et al.ac. (2009).Identification of Proteus vulgaris from Unknown Sample management... uropathogens are resistant to the drugs used in these systems.com/med/ byname/proteus-infections. aminoglycosides. Broad-spectrum antimicrobial therapy is started empirically and is modified by the results of smears and cultures.med. including intubation. Houston (1995). "Proteus Infections..com. even with adequate treatment. as other. et al. K. the student concludes that the organism isolated was Proteus vulgaris. and quinolones have excellent activity (90%-100%). The Microbial World: Proteus vulgaris and clinical diagnostics. 2009) Most nonurologic infections result in abscesses. References Struble. Retrieved on March 16. typically a urologist or nephrologist. Bacterial Identification. Mortality and morbidity rates are high.edu/path/00001517. et al. Retrieved on March 16. TMP/SMZ.uk/bto/microbes/ roteus.emedicine.and longterm management of stones." Emedicine. Retrieved on March 14. et al. infections caused by P.4 While the use of these types of catheters for Proteus UTIs is helpful in containing the migration of Proteus in experimental models. an organism commonly associated with urinary tract infections. et al. et al. Imipenem.xml.. American Academy of Family Physicians 2004. et al. Jim.bto. surgery. fourth-generation cephalosporins. 2010 from http://www. 2009) In addition.htm. 2009) P. 2009) Summary and Conclusion Based on the different tests performed. is resistant to ampicillin and first-generation cephalosporins. 2009) In presence of struvite renal calculus associated with Proteus infection. vulgaris. htm. University of Edinburgh. penneri. Moreover.ed. 2010 from http://helios. vulgaris are treatable with antimicrobial drugs and.tmc..3. Retrieved on March 16. in the case of renal stones. Institute of Cell and Molecular Biology. Activation of an inducible chromosomal betalactamase occurs in up to 30% of these strains. AAFP. Deacon. but it is not available commercially. University of Texas. (Struble. (Struble. (Struble. but tissue recovery is often better than expected. 2010 from http://www. (Struble. 2010 from http://medic.com. (Struble..aafp.uth. et al. 2009) A vaccine derived from purified mannoseresistant Proteus -like (MR/P) fimbriae proteins has been proven to prevent infection in mouse models and is under clinical research. Radical surgical debridement is the cornerstone of successful therapy. 2009) The discovery of stones requires an evaluation by a physician knowledgeable in the short. should also be used as indicated..org/x2215. along with P. (Struble. Proteus. Page | 5 . (Struble.. this practice is not widespread. surgery must be done to remove it. the use of chlorhexidine and triclosan in closed urinary catheterization systems and drug-impregnated catheters reduce the incidence of Proteus UTI in patients with long-term indwelling urinary catheters. Amputation may be necessary if skin or muscle necrosis of an extremity is the presenting infection. more common.htm.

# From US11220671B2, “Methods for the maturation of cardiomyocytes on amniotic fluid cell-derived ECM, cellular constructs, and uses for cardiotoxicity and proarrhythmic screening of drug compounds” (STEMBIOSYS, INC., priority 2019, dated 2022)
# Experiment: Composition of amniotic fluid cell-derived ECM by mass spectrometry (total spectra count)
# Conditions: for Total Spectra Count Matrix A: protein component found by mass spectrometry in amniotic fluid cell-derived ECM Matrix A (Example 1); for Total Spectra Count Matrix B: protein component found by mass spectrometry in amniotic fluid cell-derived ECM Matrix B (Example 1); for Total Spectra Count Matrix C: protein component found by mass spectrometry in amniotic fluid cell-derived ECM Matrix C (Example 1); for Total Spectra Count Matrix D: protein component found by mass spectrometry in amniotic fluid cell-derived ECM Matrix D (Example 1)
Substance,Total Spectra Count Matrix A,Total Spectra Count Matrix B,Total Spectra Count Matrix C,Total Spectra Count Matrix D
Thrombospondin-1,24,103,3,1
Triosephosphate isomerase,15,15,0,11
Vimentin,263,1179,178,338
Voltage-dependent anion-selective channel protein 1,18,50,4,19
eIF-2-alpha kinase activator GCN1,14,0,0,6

Culture Plates Figure 1.3 P. undulate characteristic of the P. Colonies show a swarming. Page | 6 . gray-colored appearance Figure 1. Figure 1.Identification of Proteus vulgaris from Unknown Sample Appendices Appendix 1. vulgaris colonies.1 P.vulgaris colonies on Sheep Blood Agar plate.vulgaris colonies on MacConkey Agar show the characteristic pink swarming colonies.2 A closer look on the colonies in SBAP will show the flat.
Page | 7 .Identification of Proteus vulgaris from Unknown Sample Appendix 2 Gram Staining Figure 2. pairs and clusters. arranged in singles. Figure 2.2 Gram negative rods of Proteus vulgaris.1 Gram staining of the isolate shows gram negative (pink) rods.
Indole (reddish/pinkish surface upon addition of Kovac s reagent). vulgaris shows a positive reaction for H2S.5 TSI Triple Sugar Iron tubes with P. evident in the blackening of the slant. Figure 3. vulgaris exhibits a positive reaction on Simmon s Citrate medium as shown in the prussian blue color of the agar. vulgaris shows a positive reaction for Sulfide (darkening of the medium). Figure 3. The reaction on TSI is A/A with H2S.Identification of Proteus vulgaris from Unknown Sample Appendix 3 Biochemical Testing Figure 3. vulgaris shows a negative (K/A) reaction on Lysine Iron Agar as demonstrated by the purple slant and yellow butt.6 LIA P.4 Urea P. Figure 3. vulgaris shows a positive reaction on urea hydrolysis test as demonstrated by the red-violet color of the broth. Figure 3. Page | 8 . along with the yellow color on the butt and part of the slant.2 MR-VP Medium MR (left) shows a positive reaction red color upon addition of methyl red. and nonmotile (lack of brushlike growth).1 SIM Medium Isolate of P.3 Citrate P. VP (right) showed a negative reaction no change in color after adding 5% alpha naphthol and 40% KOH Figure 3.
evident in the presence of a green color on the slant after the addition of 10% aqueous ferric chloride. vulgaris isolate as shown in the blue color near the surface of the tube. Figure 3. Page | 9 . Whereas.8 OF-Carbohydrate Tests Fermentation is observed in OF-Sucrose (left) and OF-Maltose (center) as seen in the yellow color of these two tubes.Identification of Proteus vulgaris from Unknown Sample Figure 3. vulgaris is positive on phenylalanine slant.7 Phenylalanine P. reaction in OF-Mannitol (right) is inert in P.
This action might not be possible to undo. Are you sure you want to continue?
We've moved you to where you read on your other device.
Get the full title to continue listening from where you left off, or restart the preview.